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  • #7
Stephen Tashi said:
Not knowing the ground rules for the problem, I can't say why your interpretation is not the answer. As far as I can see your interpretation is a correct statement if we take for granted that certain things exist. However, I don't know what things we are allowed to assume exist and I don't know the exact conditions that "the answer" is required to satisfy.
this was the ground rule: "Analyze the logical forms of the following statements." besides that we should know that P(A) is the power set of A and F means family set. It no longer elaborated what other sets were in F. All we should know is A is an element of F and B ∈ {P (A) | A ∈ F}.
 
  • #8
Terrell said:
this was the ground rule: "Analyze the logical forms of the following statements." besides that we should know that P(A) is the power set of A and F means family set. It no longer elaborated what other sets were in F. All we should know is A is an element of F and B ∈ {P (A) | A ∈ F}.

If the exact statement of the problem is "Analyze the logical forms of the following statements" then we need to know how your text materials define a "logical form". Is there a definition for "logical form"? Are there some general instructions like "When we analyze the logical form of a statement we do the following..." ?
 
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  • #9
Stephen Tashi said:
If the exact statement of the problem is "Analyze the logical forms of the following statements" then we need to know how your text materials define a "logical form". Is there a definition for "logical form"? Are there some general instructions like "When we analyze the logical form of a statement we do the following..." ?
it's using quantifiers in conditional statements, or statements, and statements, combining them all, etc...
 
  • #10
Terrell said:
it's using quantifiers in conditional statements, or statements, and statements, combining them all, etc...

If the goal is to use as many quantifiers as possible then the "correct answer" beat yours in that respect (!).
 
  • #11
Stephen Tashi said:
If the goal is to use as many quantifiers as possible then the "correct answer" beat yours in that respect (!).
then I really need help to know where i went wrong lol. thanks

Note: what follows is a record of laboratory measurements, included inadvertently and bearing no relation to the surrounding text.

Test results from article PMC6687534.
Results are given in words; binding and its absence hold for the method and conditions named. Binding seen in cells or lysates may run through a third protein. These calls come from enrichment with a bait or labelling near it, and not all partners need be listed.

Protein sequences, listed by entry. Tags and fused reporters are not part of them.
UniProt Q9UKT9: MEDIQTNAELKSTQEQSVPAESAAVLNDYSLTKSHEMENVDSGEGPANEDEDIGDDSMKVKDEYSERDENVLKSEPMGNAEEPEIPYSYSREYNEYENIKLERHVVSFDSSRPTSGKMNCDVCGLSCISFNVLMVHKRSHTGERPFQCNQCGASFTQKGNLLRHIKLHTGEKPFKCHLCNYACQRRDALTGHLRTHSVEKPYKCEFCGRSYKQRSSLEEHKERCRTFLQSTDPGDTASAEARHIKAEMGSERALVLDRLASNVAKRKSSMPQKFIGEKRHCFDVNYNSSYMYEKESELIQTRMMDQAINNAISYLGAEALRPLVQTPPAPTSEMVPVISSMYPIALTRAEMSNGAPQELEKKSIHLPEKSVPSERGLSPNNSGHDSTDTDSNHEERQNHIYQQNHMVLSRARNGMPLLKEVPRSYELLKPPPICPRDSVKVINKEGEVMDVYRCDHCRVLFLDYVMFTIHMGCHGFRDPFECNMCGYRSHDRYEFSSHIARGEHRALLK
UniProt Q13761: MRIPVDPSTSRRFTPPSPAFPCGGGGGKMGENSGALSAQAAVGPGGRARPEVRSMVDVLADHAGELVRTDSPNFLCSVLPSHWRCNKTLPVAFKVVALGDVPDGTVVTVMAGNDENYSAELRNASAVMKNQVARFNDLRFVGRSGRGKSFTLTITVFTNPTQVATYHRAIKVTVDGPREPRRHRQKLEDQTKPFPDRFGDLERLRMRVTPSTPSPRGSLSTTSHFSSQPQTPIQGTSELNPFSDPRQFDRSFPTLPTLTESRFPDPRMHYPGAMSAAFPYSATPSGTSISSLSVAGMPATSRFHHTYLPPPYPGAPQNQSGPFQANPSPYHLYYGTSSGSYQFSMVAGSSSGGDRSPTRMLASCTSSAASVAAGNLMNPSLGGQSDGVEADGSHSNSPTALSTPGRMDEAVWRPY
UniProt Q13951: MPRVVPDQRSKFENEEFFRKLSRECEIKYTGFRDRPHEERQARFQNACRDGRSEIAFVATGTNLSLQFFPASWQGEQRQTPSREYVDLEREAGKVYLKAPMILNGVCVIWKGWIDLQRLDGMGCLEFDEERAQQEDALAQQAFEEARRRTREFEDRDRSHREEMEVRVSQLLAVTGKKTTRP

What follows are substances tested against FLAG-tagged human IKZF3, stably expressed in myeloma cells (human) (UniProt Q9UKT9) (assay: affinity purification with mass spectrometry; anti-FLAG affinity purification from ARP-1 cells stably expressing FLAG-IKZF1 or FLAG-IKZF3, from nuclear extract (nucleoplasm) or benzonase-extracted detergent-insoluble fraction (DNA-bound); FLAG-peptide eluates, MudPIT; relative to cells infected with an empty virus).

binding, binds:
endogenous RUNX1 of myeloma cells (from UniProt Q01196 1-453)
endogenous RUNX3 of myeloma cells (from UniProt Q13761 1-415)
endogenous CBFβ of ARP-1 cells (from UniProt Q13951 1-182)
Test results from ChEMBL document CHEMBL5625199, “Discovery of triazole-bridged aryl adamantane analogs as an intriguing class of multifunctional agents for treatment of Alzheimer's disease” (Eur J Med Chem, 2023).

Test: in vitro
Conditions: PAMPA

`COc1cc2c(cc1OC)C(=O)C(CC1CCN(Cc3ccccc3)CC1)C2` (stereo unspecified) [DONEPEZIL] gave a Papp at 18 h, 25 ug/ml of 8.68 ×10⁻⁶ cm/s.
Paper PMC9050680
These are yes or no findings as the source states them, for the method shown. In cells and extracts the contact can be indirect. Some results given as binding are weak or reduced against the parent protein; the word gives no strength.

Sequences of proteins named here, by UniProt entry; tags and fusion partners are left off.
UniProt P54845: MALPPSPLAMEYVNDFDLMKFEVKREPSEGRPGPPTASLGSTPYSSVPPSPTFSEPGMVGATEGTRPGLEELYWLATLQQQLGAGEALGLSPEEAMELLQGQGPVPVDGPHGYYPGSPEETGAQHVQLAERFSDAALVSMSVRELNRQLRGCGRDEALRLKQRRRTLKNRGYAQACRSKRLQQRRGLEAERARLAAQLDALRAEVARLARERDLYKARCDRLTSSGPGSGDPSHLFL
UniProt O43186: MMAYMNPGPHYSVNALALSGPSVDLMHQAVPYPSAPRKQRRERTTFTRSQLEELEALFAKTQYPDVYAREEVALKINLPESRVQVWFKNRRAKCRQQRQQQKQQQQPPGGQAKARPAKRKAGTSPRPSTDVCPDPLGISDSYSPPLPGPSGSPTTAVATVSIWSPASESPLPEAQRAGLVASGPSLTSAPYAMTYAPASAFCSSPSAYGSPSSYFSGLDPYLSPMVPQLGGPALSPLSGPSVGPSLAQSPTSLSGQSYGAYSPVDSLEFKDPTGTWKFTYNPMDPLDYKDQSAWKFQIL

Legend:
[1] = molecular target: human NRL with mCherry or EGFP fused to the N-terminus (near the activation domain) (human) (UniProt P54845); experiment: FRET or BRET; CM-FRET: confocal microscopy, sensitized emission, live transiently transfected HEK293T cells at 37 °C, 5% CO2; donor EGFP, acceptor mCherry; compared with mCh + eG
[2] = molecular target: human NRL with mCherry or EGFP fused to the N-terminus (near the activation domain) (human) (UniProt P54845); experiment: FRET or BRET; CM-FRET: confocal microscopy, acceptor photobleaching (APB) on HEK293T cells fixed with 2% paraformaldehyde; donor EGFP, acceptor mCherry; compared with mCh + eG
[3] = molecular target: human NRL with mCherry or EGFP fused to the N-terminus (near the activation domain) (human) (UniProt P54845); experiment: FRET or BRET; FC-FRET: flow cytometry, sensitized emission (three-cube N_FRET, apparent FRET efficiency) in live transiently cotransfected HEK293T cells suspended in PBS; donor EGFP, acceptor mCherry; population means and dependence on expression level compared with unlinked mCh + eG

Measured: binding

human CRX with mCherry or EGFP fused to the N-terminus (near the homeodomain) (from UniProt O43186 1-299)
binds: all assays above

• #12
i think i got it now. please do correct me if i misunderstood anything.

let x be an element of B,
Since x is an element of B and B is a subset of A then x must also be an element of A.
Since x is an element of A and by definition of subsets, x is also a subset of A which makes it an element of P(A).
Therefore, we can write ∀x(x ∈ B ↔ x ⊆ A).
 

Related to Sets and Quantifiers: Power Sets & Family Homework

1. What is a power set?

A power set is a set that contains all the possible subsets of a given set. For example, if the set A = {1, 2, 3}, then the power set of A would be {{}, {1}, {2}, {3}, {1,2}, {1,3}, {2,3}, {1,2,3}}.

2. How do you calculate the size of a power set?

The size of a power set is equal to 2^n, where n is the number of elements in the original set. In other words, if a set has n elements, its power set will have 2^n elements.

3. What is a family of sets?

A family of sets is a collection of sets that are related in some way. For example, the family of all subsets of a given set is a family of sets.

4. What is the difference between universal and existential quantifiers?

The universal quantifier (∀) represents "for all" and is used to express that a statement is true for every element in a set. The existential quantifier (∃) represents "there exists" and is used to express that there is at least one element in a set for which the statement is true.

5. How can power sets and quantifiers be applied in real-world situations?

Power sets and quantifiers are commonly used in mathematics, computer science, and statistics. In real-world situations, they can be used to represent and analyze data, make predictions, and solve problems. For example, in statistics, quantifiers can be used to express the probability of an event occurring, while power sets can be used to represent all possible outcomes of an experiment.